“Then we as a group went down to the bottom of the stairs, out of the way, and had prayer,” Moore said. “It was a prayer of unity, community and togetherness…an uplifting prayer that this was not the end for the congregation.”
In the early stages of recovery, the people of Living Waters at Centerton UMC have been surprised to receive unsolicited love offerings from within and beyond Arkansas and United Methodism.
A couple from Prescott—“I don’t even know if they’re connected to a Methodist church or not,” he said—sent a small letter of condolence and a $1,000 check.
And when Rylee Griffin, a kindergartener from Lasater’s hometown of Cecil, saw news of the fire reported on television, he contacted Lasater’s mother to get an address for where to send help. When Lasater opened Rylee’s letter, he found a handwritten note with $5 from the boy’s savings.
Churches are sending help, too. Nearby, First Baptist Church of Centerton took up a $1,500 love offering for Living Waters at Centerton. And across state lines, two churches in the Louisiana Conference served by the Rev. Henry Stone, a seminary classmate of Lasater’s, sent a couple hundred dollars.
“With everything else going on in the world, these people are taking the time to send what they can,” said Lasater.
Though the leadership team has not yet gathered to begin the process of deciding where, when and how to rebuild, ideas for features of a new gathering space have begun to rise up from the old building’s ashes.
“We do know that it’s not going to be fast. It’s not going to be next week, it’s not going to be next month,” Moore said. “The leadership team still has to meet and make that decision…. I think we will do whatever is best for the congregation as a whole.”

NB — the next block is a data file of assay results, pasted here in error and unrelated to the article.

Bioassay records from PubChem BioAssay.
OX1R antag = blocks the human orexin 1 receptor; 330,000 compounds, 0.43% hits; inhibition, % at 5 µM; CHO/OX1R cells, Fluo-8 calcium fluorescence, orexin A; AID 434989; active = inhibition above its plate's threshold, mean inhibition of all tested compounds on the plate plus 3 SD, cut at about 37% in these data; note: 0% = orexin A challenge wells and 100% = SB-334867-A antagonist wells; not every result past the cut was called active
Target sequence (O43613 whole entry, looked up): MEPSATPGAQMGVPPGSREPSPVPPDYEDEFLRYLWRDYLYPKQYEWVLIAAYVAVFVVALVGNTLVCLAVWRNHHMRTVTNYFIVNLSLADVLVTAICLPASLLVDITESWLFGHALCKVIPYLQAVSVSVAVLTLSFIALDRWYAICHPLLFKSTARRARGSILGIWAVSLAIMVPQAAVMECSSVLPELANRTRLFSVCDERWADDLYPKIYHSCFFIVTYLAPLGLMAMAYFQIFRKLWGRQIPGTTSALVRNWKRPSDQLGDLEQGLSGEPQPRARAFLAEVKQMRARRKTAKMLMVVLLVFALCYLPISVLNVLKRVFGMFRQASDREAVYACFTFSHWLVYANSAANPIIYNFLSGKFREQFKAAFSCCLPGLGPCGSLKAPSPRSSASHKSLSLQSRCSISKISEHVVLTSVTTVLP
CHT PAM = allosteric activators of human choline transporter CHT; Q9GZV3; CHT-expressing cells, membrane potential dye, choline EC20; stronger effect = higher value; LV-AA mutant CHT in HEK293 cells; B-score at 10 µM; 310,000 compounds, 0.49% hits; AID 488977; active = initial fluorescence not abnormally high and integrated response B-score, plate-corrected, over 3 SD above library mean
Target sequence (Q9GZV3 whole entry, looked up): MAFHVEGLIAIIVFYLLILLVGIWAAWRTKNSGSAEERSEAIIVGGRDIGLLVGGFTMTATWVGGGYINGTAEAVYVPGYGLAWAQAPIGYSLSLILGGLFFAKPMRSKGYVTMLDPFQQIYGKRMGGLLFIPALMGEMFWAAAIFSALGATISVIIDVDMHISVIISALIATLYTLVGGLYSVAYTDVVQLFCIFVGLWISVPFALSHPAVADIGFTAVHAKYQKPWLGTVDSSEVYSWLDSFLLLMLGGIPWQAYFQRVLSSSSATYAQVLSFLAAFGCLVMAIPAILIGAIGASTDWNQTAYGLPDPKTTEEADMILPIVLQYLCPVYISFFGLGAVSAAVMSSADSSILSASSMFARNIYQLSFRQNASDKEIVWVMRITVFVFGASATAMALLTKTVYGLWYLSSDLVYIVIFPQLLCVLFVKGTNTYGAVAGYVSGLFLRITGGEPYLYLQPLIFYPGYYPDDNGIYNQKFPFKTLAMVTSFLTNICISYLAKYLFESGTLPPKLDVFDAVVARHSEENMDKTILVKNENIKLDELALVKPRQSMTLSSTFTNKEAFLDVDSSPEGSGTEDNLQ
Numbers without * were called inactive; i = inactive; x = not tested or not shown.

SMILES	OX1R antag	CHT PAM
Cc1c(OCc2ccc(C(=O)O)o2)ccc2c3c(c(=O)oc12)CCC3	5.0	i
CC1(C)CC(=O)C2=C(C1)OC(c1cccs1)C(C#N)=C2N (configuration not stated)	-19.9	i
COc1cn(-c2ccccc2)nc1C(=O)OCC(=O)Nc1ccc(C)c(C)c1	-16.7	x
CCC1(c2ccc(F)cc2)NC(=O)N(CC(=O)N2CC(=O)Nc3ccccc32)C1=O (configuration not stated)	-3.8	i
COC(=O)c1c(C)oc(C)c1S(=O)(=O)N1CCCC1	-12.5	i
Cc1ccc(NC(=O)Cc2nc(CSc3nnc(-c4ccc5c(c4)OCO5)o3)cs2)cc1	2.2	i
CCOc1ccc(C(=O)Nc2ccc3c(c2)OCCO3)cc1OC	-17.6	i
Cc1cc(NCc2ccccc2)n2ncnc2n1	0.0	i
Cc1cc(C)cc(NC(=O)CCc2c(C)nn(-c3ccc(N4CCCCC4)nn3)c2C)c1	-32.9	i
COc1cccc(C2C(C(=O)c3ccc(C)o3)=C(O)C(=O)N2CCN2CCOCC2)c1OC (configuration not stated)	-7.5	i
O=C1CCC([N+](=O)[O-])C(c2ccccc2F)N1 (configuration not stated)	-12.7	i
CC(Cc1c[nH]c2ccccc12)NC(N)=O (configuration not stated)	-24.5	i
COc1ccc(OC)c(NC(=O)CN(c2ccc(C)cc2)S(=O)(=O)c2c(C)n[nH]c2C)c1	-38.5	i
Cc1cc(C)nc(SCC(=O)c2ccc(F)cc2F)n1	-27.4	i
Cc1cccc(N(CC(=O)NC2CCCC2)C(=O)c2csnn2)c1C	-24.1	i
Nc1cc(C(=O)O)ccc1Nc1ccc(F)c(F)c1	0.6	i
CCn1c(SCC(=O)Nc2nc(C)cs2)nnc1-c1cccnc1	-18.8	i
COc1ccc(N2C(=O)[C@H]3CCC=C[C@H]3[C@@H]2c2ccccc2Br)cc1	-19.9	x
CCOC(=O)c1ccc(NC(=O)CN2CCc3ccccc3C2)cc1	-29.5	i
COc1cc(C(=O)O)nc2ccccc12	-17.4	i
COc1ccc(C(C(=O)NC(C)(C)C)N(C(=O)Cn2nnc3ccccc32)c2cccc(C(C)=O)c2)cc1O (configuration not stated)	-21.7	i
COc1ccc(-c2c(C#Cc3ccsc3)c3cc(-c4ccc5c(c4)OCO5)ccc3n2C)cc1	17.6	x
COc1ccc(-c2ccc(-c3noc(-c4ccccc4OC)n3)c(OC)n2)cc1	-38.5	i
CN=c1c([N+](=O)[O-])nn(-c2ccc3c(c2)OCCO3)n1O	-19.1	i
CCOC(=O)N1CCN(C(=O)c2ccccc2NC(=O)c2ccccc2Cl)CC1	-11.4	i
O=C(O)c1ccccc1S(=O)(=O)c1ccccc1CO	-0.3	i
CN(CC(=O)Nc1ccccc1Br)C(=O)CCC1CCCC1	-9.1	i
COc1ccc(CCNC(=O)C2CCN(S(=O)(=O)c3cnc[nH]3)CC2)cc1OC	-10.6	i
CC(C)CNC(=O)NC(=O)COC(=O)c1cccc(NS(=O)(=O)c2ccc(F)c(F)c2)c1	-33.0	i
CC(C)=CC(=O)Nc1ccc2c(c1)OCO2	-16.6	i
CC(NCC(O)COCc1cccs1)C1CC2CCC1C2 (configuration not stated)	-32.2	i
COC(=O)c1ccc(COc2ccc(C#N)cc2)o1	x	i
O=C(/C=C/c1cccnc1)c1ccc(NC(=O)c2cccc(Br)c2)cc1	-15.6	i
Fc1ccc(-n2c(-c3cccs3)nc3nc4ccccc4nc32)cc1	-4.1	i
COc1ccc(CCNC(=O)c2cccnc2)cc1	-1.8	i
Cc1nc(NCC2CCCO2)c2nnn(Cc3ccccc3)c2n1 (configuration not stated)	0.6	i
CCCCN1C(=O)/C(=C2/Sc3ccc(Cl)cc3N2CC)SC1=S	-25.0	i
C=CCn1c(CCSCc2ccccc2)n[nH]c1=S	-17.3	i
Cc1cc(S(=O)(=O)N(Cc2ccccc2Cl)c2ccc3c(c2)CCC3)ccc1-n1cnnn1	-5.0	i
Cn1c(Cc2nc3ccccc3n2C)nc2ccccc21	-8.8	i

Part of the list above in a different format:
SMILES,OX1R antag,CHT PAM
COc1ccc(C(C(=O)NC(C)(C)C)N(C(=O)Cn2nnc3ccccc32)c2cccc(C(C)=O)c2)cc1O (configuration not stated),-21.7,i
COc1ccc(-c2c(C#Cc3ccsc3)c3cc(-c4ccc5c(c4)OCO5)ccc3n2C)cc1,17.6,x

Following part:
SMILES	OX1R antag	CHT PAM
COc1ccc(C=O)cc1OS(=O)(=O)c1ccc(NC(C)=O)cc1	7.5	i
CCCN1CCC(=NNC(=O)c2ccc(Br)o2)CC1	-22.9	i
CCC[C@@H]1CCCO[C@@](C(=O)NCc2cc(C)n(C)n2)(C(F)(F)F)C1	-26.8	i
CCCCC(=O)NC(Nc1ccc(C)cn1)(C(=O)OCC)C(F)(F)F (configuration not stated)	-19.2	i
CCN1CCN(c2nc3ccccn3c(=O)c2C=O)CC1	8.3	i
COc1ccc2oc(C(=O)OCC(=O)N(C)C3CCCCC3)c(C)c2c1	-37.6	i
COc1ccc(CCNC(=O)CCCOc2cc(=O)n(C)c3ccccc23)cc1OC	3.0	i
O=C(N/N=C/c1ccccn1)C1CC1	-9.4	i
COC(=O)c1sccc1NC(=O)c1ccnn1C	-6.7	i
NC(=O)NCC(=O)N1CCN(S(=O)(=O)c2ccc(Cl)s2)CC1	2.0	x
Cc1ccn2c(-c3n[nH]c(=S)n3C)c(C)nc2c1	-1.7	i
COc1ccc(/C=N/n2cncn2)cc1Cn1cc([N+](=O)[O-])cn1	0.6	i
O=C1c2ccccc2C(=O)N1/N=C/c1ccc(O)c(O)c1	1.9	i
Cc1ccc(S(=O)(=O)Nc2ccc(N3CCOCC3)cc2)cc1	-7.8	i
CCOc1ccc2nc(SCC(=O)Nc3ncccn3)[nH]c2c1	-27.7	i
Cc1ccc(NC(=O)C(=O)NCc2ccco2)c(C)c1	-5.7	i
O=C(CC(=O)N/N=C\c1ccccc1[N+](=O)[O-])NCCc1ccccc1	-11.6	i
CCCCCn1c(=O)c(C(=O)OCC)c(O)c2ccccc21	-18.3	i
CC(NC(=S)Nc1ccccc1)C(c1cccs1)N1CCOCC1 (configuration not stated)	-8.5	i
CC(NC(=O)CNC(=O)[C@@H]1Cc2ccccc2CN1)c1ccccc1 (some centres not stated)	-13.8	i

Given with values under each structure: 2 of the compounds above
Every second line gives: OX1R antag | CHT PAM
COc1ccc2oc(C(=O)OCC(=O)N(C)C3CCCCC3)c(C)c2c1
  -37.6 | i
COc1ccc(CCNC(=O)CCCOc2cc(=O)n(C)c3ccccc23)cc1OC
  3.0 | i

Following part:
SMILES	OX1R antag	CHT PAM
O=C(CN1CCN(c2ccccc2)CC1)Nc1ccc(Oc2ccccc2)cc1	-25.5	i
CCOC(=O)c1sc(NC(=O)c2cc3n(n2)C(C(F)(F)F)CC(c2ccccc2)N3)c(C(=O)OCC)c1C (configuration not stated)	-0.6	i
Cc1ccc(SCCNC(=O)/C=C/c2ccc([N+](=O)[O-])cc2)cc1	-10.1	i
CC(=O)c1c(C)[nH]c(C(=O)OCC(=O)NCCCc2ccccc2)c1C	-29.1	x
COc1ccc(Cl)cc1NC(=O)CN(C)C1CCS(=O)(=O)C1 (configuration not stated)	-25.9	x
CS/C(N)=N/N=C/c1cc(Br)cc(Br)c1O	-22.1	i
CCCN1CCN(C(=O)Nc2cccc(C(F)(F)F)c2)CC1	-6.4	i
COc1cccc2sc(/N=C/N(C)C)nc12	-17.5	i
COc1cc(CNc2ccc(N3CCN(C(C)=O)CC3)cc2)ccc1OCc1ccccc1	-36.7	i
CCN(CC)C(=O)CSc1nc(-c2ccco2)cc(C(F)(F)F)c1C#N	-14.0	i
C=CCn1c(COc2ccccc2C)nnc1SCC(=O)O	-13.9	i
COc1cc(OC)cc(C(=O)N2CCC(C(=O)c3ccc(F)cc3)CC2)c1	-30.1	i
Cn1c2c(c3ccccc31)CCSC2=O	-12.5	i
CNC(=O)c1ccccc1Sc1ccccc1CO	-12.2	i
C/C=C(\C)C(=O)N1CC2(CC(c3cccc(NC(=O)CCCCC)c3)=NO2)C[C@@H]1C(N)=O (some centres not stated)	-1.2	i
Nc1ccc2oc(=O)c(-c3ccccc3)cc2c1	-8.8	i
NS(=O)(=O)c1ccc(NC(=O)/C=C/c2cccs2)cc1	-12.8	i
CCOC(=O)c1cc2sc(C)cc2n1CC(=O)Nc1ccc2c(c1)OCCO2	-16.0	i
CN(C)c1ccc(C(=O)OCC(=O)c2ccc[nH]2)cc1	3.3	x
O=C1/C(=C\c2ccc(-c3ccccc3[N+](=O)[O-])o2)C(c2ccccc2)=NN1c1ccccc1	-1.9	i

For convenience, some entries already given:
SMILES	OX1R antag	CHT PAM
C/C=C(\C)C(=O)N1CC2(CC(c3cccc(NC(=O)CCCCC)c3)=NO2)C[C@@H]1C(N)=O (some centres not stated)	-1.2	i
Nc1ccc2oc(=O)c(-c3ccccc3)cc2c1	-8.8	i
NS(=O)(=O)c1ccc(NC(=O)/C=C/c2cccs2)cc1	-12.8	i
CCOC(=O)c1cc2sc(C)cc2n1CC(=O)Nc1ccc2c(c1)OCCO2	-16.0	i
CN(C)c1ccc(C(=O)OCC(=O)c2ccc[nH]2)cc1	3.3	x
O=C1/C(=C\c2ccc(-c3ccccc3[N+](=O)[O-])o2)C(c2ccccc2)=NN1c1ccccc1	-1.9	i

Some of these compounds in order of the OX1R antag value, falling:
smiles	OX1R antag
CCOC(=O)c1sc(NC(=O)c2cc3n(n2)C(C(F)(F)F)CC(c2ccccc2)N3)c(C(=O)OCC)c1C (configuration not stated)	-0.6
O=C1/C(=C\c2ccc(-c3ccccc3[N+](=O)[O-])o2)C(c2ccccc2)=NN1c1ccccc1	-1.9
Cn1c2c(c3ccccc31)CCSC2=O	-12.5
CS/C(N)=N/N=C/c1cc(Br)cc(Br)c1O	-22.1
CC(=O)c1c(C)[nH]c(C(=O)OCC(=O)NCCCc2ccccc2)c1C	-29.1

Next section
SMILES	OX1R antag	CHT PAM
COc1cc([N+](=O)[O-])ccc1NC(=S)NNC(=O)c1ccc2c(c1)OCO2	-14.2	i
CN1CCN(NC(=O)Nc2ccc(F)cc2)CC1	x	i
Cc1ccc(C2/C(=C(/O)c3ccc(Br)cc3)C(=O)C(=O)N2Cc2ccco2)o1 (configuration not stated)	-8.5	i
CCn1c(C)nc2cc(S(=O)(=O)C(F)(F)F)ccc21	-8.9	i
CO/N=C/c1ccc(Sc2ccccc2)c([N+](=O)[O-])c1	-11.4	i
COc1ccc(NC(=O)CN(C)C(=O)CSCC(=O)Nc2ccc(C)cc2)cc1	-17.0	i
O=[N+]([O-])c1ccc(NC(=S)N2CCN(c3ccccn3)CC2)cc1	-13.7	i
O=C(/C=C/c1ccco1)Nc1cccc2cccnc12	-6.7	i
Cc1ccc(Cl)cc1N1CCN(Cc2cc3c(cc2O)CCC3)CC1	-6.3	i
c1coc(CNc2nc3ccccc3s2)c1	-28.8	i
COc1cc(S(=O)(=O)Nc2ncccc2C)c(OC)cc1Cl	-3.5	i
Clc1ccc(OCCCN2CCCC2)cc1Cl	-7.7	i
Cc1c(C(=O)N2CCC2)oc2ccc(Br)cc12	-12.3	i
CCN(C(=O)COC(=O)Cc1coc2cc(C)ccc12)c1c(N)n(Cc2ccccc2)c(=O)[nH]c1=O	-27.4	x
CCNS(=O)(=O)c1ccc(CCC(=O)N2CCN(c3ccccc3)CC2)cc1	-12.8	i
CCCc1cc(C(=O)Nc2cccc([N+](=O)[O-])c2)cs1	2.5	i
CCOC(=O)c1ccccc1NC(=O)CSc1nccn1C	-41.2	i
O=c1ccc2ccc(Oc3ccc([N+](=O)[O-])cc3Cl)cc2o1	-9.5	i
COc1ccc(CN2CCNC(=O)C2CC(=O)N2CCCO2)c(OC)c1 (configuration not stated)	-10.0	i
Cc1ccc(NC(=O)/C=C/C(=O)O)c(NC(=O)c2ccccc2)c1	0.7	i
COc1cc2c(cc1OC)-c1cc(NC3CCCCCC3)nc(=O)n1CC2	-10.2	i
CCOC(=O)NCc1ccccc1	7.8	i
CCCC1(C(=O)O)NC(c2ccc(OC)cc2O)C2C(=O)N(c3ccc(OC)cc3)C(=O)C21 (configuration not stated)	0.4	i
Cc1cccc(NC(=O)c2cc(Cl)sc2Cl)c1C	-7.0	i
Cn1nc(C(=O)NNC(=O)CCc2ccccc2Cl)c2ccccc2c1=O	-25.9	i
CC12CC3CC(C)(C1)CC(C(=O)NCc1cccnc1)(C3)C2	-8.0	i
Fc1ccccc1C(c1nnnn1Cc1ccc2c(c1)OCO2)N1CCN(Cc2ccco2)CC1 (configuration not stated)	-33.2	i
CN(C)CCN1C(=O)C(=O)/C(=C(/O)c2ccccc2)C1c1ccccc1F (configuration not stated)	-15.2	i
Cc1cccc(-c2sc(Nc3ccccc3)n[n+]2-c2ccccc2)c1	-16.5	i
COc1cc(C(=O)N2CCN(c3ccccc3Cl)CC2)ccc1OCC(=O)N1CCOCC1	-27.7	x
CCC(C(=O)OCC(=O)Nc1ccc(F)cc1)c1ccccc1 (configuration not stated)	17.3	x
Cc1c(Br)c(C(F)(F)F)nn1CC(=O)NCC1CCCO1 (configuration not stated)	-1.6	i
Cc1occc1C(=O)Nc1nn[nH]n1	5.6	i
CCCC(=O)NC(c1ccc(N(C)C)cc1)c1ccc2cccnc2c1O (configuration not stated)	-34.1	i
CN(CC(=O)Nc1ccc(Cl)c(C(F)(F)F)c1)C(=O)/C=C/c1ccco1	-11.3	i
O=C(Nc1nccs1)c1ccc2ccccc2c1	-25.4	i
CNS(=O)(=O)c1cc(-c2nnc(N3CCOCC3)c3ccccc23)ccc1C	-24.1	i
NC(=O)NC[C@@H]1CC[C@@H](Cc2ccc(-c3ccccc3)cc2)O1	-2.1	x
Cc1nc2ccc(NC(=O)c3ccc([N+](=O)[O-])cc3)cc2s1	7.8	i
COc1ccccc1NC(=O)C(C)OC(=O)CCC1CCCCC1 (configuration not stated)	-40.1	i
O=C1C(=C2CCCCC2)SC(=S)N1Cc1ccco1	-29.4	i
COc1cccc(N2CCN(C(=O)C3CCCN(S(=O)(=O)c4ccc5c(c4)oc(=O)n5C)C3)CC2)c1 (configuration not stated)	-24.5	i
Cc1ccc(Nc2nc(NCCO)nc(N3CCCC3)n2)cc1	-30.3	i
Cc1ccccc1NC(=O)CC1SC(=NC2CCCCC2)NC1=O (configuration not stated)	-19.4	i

Moore acknowledged it’s OK to not make the decision right away. “I think the point is that we’re still going to be the church,” he said.
“We’re looking at metal buildings, something that’s going to be functional and practical,” Lasater said. “We can make the front of it look aesthetically pleasing pretty cheaply. We’re not trying to build a monument. We’re just trying to build a functional, practical building.”
Lasater said the building and its contents were covered for up to $950,000 in damage, so Living Waters at Centerton UMC will have some resources to work with as they discern how to move forward.
He said one of the struggles of this early recovery phase has been identifying damaged equipment and finding documentation of the building’s contents for insurance purposes. He urges other churches to remember that this type of disaster may happen in any building, and to keep those types of details cataloged.
“That’s stuff that needs to be documented and stored off-site, [so] you can immediately pull up and say ‘Here’s what we lost’ and go from there,” he said.
In some ways, the fire presents an opportunity to fix some problems. For example, accessibility was an issue with the old facility, which had an abundance of stairs. Lasater says that a handful of members who had attended the original Centerton church since childhood were among the first ones who pointed out that they can now design something that doesn’t present challenges for people who have difficulty walking.
“I was surprised,” he said. “They were ready for the next chapter.”
“It just seems like all of us are on the same page, and we’re just kind of almost excited about what the future’s going to bring.”
“The church is not the building, no matter how historical it is,” Lasater says. “You kind of have to just get beyond that and realize that God’s not left you. You’ve still got a mission and a ministry.”